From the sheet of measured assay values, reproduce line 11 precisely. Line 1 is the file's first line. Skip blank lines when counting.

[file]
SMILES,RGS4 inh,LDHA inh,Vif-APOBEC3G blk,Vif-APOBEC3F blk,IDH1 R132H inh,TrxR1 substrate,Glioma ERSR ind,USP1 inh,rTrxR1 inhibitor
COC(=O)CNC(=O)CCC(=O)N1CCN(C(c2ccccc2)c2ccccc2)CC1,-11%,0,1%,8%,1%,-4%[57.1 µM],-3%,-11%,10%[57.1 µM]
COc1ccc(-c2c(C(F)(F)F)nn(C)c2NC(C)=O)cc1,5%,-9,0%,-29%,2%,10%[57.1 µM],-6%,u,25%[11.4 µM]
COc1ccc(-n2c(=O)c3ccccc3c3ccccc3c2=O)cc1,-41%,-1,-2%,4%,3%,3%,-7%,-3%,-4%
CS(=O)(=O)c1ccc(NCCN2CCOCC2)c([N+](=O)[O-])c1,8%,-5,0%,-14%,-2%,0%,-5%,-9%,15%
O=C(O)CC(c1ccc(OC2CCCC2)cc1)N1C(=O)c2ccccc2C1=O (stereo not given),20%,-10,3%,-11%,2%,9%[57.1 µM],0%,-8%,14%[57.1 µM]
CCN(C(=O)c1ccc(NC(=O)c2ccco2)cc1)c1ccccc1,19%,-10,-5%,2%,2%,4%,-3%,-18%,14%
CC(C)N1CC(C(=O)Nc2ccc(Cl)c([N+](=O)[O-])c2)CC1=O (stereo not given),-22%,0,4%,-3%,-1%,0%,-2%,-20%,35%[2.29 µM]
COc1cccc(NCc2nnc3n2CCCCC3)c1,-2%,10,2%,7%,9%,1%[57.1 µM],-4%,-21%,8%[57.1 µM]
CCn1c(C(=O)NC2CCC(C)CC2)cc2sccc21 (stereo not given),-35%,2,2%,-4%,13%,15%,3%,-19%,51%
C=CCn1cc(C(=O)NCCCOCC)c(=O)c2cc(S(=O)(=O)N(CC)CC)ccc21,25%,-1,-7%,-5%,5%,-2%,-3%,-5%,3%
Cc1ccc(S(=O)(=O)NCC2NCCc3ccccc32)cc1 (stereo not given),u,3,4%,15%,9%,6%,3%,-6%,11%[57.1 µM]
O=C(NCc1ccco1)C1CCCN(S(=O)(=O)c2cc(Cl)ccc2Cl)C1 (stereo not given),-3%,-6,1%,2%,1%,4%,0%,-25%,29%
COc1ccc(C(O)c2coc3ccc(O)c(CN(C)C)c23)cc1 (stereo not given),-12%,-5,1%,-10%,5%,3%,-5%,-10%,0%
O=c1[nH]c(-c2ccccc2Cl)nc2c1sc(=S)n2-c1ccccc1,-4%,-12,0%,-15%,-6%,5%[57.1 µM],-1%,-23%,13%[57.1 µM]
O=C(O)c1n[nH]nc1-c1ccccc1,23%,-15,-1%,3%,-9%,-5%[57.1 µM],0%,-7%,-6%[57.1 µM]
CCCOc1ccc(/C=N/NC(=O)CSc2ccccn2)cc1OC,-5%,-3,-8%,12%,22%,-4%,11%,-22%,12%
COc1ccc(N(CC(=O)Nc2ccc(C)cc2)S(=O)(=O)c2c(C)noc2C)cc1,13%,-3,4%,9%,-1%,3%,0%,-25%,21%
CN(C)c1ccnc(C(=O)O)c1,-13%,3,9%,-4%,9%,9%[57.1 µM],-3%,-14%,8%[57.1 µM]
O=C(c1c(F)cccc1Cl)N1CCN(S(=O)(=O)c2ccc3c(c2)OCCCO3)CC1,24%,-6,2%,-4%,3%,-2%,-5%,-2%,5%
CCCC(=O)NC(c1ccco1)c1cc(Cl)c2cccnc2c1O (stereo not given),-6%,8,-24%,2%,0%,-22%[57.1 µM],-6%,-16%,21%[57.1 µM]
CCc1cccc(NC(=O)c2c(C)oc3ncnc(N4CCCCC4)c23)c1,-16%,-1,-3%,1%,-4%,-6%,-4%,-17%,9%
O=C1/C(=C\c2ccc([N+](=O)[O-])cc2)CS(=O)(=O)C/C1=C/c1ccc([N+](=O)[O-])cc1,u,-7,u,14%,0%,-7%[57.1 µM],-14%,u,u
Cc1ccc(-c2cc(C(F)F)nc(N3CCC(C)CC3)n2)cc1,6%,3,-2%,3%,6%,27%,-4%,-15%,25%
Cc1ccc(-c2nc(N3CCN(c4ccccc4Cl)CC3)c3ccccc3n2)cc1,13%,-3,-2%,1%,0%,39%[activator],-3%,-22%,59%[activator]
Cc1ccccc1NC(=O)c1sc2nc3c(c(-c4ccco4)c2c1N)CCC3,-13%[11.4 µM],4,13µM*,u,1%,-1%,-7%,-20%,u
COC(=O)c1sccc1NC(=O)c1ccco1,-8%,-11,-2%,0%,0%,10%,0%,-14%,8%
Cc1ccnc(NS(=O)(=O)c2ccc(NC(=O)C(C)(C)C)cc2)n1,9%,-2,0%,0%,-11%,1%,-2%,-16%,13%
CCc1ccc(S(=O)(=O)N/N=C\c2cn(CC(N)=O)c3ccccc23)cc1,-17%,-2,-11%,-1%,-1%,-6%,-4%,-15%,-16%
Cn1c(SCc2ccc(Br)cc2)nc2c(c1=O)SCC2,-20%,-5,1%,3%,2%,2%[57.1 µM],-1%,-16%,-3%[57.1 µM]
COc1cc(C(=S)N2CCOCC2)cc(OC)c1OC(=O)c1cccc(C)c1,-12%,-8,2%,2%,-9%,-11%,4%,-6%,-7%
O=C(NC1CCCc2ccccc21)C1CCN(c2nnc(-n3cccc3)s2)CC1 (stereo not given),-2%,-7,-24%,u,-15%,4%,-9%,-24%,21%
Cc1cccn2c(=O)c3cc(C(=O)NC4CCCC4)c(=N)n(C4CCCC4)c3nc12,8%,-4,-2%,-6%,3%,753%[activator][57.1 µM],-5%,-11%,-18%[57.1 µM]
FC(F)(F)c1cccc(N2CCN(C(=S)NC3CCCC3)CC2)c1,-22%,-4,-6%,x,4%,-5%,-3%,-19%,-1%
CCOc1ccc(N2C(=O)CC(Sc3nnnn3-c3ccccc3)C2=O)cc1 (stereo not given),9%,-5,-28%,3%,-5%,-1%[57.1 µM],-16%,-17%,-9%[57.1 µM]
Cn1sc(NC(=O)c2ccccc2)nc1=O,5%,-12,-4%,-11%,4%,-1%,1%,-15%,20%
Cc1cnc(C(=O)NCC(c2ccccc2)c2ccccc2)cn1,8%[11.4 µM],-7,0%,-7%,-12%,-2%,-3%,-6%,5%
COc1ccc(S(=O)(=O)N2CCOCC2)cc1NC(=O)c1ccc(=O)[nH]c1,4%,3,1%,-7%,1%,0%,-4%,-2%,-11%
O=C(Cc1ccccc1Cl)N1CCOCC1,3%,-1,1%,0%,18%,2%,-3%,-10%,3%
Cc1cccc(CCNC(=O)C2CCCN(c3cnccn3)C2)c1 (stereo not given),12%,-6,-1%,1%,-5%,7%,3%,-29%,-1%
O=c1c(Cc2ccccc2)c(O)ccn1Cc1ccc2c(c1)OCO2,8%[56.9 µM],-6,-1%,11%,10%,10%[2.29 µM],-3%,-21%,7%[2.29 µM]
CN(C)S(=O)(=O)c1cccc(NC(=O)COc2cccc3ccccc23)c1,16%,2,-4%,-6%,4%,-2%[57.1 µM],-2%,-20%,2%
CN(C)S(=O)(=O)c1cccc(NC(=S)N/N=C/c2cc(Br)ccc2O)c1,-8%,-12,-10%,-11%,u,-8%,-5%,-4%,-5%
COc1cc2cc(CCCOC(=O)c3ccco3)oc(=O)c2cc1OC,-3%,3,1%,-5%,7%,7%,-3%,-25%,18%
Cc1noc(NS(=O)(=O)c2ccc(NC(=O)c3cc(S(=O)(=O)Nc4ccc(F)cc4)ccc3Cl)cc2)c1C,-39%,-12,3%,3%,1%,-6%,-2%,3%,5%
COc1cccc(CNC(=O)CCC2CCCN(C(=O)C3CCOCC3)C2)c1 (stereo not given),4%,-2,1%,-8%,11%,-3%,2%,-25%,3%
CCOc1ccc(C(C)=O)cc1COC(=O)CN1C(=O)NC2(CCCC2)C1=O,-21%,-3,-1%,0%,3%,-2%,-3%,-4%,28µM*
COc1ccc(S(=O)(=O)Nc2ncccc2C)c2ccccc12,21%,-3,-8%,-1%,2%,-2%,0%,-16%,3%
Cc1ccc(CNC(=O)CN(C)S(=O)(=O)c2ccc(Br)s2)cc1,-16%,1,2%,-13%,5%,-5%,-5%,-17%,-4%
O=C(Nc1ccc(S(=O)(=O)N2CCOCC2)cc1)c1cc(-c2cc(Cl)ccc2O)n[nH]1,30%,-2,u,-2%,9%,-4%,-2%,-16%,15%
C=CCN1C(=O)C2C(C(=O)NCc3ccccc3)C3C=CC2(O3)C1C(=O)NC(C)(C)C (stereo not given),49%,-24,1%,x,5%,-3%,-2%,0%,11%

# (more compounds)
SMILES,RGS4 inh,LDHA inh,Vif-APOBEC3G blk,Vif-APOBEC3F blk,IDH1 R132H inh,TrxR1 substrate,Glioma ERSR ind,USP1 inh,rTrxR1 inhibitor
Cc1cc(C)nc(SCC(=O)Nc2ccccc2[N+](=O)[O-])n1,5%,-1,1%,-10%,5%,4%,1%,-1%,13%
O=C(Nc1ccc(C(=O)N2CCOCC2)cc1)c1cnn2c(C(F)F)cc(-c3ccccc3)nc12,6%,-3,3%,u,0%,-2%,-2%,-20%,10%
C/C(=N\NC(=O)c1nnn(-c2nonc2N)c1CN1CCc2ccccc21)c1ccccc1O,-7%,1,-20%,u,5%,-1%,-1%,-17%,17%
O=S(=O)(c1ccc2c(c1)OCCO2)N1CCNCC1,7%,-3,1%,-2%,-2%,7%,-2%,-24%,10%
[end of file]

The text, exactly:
C=CCn1cc(C(=O)NCCCOCC)c(=O)c2cc(S(=O)(=O)N(CC)CC)ccc21,25%,-1,-7%,-5%,5%,-2%,-3%,-5%,3%